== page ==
Getting started

If you recently installed Red, you should read this. This is a quick start guide for a general usage.


If you haven’t installed Red, please do it by following one of the installation guides.

Assuming you correctly installed Red, you should have a window like this:


Invite Red to your server

When started, the console will show you the Invite URL (visible at the bottom of the screenshot above). Paste the link into your browser and select the server you want to invite the bot in, like any other bot.


You need the Manage server permission to add bots.

Complete the captcha, it should tell you Authorized! and you should see your bot in the members list.


If Discord shows Bot requires code grant, please untick this option in your token settings


Interact with Red

As a chatbot, you interact with Red via the Discord text channels (not from the command prompt). To send commands to the bot, you will have to use the prefix you set before, followed by the command you want to use. For example, if your prefix is !, you will execute your command like this: !ping.


Since the prefix can be anything, it’ll be referenced as [p] in documentations.

The commands

The command you’re going to use the most is help. This command will show you all of the available commands of the bot with a small description.



The message is generated dynamically and users will only see the commands they can use. You can change what commands users can use with the permissions cog.

You can also pick a command to get its detailed description and the parameters.

[p]help command


Arguments enclosed in < > are required for the command to work.

Arguments enclosed in [ ] are optional for the command; you can decide whether to use them or not.

If your argument includes spaces like Hello world!, most of the time you will need to place it in double quotes like this: "Hello world!". Sometimes (especially for the last argument) these double quotes are not required.

Arguments followed by an ellipsis ... means that you may provide multiple arguments for the command.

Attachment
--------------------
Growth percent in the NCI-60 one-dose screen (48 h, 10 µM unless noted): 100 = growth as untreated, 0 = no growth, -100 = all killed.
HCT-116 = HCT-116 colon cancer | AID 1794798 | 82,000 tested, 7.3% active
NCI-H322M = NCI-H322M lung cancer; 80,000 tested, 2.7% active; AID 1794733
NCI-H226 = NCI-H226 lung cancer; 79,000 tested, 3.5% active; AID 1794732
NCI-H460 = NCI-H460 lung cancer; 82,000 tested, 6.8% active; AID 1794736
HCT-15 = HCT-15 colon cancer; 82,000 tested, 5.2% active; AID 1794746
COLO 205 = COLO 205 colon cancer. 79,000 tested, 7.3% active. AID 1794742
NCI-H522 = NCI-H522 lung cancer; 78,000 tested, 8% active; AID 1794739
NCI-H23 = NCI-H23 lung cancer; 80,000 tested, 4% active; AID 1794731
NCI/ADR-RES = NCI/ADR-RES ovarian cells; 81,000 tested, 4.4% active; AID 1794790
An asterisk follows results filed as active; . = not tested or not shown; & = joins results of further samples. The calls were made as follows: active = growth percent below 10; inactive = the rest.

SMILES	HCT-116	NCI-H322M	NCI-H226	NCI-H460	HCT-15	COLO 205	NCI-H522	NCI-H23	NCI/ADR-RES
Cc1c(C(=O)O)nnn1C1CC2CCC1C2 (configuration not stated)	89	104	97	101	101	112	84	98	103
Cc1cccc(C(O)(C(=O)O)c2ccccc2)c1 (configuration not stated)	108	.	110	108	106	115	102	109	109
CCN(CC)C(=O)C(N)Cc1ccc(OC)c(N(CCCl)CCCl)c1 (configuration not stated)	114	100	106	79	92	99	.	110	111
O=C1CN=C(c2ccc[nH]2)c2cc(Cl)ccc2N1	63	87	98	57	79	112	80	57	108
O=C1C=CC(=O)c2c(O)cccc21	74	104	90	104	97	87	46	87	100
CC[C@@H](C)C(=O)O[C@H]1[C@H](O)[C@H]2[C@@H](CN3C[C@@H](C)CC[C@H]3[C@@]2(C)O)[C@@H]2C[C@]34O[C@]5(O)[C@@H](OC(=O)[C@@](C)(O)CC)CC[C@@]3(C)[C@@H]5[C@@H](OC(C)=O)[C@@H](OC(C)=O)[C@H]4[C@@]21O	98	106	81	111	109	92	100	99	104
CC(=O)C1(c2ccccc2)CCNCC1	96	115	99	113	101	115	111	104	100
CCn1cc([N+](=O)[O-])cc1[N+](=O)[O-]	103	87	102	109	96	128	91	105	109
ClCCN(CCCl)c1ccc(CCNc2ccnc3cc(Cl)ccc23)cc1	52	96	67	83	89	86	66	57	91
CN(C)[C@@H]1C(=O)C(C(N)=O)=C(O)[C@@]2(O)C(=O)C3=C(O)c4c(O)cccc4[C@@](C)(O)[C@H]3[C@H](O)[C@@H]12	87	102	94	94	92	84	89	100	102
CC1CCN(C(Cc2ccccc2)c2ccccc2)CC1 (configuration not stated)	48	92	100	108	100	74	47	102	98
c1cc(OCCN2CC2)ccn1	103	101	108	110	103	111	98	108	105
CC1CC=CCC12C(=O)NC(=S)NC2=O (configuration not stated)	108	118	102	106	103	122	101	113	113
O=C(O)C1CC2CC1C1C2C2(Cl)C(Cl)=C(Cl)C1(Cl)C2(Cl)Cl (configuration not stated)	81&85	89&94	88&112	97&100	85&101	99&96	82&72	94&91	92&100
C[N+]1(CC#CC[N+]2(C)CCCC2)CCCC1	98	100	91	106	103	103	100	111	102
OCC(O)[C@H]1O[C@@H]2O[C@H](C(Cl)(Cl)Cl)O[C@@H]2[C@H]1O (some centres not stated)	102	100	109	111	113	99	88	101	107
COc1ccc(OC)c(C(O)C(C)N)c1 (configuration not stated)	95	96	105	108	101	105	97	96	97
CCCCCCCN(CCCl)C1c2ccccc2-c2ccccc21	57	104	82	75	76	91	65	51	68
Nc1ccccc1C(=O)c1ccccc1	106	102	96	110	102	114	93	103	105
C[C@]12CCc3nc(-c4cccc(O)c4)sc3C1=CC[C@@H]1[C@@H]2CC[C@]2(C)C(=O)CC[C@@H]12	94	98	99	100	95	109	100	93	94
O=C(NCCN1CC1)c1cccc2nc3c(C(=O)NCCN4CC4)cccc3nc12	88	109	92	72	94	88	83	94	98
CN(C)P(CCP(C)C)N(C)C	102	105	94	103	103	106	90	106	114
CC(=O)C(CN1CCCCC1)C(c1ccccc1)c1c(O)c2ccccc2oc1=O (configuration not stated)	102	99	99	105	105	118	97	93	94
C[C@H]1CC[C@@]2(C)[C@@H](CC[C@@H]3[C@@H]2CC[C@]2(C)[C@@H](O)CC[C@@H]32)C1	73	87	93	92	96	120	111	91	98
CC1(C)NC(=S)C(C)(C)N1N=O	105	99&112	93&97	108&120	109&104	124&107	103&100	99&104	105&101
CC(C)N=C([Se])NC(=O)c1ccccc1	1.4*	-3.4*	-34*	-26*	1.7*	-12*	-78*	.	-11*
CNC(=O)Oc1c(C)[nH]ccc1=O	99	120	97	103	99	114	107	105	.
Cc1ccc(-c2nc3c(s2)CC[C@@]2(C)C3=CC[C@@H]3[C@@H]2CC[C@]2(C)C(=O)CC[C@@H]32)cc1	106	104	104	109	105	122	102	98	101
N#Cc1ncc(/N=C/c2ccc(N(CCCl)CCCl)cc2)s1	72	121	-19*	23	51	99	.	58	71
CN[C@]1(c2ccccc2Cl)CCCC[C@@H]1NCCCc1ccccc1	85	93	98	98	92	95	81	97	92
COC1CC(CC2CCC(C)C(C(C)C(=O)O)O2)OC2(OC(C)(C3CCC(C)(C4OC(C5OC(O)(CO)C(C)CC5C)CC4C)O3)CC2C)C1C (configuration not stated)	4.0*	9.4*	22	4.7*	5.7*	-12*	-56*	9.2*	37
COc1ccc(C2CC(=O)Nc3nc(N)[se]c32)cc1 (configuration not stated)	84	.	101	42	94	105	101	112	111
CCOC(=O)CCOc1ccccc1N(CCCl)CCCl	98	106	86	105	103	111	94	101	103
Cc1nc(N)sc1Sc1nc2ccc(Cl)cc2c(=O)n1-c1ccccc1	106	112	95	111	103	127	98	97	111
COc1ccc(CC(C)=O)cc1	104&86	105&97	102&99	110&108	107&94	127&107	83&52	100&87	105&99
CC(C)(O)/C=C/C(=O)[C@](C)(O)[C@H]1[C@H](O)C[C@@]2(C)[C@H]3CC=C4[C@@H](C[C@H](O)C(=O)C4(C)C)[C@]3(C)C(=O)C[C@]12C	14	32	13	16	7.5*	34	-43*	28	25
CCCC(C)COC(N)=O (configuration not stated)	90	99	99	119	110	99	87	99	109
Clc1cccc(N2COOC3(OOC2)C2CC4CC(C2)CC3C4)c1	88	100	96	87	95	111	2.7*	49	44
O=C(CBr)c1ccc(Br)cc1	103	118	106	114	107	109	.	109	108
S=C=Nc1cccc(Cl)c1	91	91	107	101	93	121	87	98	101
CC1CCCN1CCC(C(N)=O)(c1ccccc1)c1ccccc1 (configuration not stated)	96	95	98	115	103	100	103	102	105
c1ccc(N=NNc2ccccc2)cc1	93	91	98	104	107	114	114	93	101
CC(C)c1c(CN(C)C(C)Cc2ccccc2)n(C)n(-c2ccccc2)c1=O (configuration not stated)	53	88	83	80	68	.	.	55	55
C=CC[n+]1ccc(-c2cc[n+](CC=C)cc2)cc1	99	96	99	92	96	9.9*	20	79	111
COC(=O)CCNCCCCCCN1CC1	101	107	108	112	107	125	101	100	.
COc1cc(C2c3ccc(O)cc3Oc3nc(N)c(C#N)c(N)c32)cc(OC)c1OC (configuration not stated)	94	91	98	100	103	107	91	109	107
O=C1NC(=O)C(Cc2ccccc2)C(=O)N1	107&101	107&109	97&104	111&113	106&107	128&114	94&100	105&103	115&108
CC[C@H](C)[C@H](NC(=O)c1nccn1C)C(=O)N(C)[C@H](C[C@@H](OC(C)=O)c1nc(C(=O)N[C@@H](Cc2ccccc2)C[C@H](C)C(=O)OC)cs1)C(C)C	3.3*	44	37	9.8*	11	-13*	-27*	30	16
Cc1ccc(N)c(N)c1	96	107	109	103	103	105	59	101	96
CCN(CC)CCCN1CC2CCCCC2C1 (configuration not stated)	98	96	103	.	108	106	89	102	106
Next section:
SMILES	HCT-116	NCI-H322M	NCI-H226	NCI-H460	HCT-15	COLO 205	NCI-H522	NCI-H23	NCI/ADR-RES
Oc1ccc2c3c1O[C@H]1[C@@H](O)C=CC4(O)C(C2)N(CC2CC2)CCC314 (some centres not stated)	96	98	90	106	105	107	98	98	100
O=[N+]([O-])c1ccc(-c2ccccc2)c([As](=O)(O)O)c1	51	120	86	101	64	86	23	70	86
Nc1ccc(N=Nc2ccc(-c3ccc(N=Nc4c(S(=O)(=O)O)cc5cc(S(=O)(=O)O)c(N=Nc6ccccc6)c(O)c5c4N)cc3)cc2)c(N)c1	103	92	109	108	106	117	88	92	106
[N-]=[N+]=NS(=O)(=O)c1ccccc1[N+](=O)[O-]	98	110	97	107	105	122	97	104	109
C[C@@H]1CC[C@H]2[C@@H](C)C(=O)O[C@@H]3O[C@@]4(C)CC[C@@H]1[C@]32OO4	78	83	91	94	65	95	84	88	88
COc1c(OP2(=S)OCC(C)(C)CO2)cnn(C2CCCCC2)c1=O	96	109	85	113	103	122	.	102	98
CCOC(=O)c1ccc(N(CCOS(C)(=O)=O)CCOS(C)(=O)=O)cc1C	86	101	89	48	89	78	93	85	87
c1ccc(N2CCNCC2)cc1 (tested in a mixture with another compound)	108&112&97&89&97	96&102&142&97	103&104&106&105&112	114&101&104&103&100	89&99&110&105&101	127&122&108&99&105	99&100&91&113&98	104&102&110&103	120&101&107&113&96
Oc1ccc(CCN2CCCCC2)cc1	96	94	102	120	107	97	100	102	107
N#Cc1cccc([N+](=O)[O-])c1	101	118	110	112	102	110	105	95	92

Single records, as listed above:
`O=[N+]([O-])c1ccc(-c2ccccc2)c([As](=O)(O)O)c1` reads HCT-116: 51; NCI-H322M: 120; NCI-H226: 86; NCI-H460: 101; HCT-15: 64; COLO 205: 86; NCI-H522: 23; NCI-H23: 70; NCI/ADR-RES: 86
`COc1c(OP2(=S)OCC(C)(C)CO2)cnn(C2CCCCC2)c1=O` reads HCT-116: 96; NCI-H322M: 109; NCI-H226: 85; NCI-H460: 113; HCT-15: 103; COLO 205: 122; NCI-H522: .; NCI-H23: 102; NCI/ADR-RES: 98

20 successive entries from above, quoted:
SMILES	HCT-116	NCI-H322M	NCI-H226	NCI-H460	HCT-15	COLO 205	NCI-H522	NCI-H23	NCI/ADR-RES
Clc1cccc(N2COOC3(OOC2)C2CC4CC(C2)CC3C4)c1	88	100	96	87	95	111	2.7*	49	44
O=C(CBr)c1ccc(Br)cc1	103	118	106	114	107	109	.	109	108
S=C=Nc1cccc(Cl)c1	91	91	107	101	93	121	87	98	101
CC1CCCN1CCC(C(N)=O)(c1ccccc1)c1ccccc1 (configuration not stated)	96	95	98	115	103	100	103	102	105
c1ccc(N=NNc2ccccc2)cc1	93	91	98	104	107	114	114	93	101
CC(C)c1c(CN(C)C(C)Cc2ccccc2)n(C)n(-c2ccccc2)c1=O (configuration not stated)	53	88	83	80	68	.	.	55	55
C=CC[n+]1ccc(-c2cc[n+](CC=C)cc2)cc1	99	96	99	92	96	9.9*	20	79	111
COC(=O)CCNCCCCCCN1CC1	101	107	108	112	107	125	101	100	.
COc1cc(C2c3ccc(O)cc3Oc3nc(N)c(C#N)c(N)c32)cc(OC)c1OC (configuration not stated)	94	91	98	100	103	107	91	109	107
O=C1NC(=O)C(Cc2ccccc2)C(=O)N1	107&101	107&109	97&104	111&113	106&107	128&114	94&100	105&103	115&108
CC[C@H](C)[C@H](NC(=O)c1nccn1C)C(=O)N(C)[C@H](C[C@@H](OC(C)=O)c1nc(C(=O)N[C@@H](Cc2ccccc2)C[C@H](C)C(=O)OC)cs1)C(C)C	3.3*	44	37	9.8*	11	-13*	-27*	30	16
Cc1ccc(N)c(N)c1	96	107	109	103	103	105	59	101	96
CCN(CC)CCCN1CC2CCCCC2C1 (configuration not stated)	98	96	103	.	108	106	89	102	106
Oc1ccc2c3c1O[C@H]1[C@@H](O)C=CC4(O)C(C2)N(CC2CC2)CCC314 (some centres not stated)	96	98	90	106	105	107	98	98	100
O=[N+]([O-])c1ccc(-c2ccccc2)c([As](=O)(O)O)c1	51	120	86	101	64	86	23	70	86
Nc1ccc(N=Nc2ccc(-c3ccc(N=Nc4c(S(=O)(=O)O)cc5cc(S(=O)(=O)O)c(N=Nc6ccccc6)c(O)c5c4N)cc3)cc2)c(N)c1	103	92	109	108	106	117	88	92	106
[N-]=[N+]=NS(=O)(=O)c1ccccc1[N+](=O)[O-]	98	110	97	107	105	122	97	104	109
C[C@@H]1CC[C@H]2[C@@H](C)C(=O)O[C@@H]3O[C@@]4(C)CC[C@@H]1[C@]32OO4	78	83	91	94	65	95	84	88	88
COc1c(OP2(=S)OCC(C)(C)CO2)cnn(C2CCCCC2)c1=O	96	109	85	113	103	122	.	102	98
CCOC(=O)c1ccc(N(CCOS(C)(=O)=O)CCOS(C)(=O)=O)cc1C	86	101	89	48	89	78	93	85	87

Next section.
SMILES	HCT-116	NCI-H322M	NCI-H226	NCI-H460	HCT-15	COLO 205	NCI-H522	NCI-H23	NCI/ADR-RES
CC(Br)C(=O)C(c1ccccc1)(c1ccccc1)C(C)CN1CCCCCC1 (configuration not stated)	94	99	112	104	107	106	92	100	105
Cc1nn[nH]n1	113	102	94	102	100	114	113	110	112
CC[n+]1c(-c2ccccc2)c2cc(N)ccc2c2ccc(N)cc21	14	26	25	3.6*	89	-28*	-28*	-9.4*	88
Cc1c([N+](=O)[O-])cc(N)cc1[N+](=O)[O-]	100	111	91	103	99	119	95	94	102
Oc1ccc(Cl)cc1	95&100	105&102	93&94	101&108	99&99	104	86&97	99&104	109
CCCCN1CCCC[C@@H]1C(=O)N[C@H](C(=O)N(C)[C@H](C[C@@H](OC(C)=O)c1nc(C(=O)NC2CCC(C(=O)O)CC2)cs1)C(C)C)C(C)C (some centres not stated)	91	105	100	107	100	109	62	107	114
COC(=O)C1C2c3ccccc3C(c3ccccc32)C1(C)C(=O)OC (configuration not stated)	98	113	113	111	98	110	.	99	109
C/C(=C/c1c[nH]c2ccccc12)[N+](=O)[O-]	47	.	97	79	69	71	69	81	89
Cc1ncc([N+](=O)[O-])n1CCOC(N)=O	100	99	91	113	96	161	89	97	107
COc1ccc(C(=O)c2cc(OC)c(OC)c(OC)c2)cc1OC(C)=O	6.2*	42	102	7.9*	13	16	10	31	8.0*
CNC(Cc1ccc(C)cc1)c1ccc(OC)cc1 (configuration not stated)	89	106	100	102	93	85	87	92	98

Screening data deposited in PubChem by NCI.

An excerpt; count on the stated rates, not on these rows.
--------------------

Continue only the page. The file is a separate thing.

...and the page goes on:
For example, the command [p]cog install in the downloader cog has the syntax cog install <repo> <cogs...>, meaning that you can provide 1 or more cogs to install from the repo.

Arguments followed by =value means that, if not specified, the argument will be equal to value.

For example, the command [p]cleanup messages in the cleanup cog has the syntax cleanup messages <number> [delete_pinned=False], which means delete_pinned default will be false, unless you specify it as true.

You can use help to show the categories too, generally called cogs, by doing the following (notice the capitalization):

[p]help YourCategory

Help also shows command groups. They are group of commands. To get the description of a subcommand, type this:

[p]help commandgroup subcommand

When using subcommands, you also need to specify the command group. As an example, cleanup has 6 subcommands. If you want to use one of them, do: [p]cleanup messages 10


Red is built with cogs, a fancy term for plugins. They are modules that add functionality to Red. They contain commands to use.

Red comes with 18 cogs containing the basic features, such as moderation, utility, music, streams…

You can see your loaded and unloaded cogs with the [p]cogs command. By default, all cogs will be unloaded.

You can load or unload a cog by using the load or unload command

[p]load cogname
[p]unload cogname


You can load and unload multiple cogs at once:

[p]load cog1 cog2 ...

You can enable and disable everything you want, which means you can customize Red how you want!

Community cogs

There’s an entire community that contributes to Red. Those contributors make additional cogs for you to use. You can download them using the downloader cog.

You can start using the downloader cog by loading it: [p]load downloader

You can find cogs by searching on Find whatever you want, there are hundreds of cogs available!


An even better way to discover new cogs and repositories is in the works! Stay tuned!

Cogs come in repositories. A repository is a container of cogs that you can install. Let’s suppose you want to install the say cog from the repository Laggrons-Dumb-Cogs. You’ll first need to add the repository.

[p]repo add Laggrons-Dumb-Cogs


You may need to specify a branch. If so, add its name after the link.

Then you can install the cog

[p]cog install Laggrons-Dumb-Cogs say

Now the cog is installed, but not loaded. You can load it using the [p]load command we talked about before.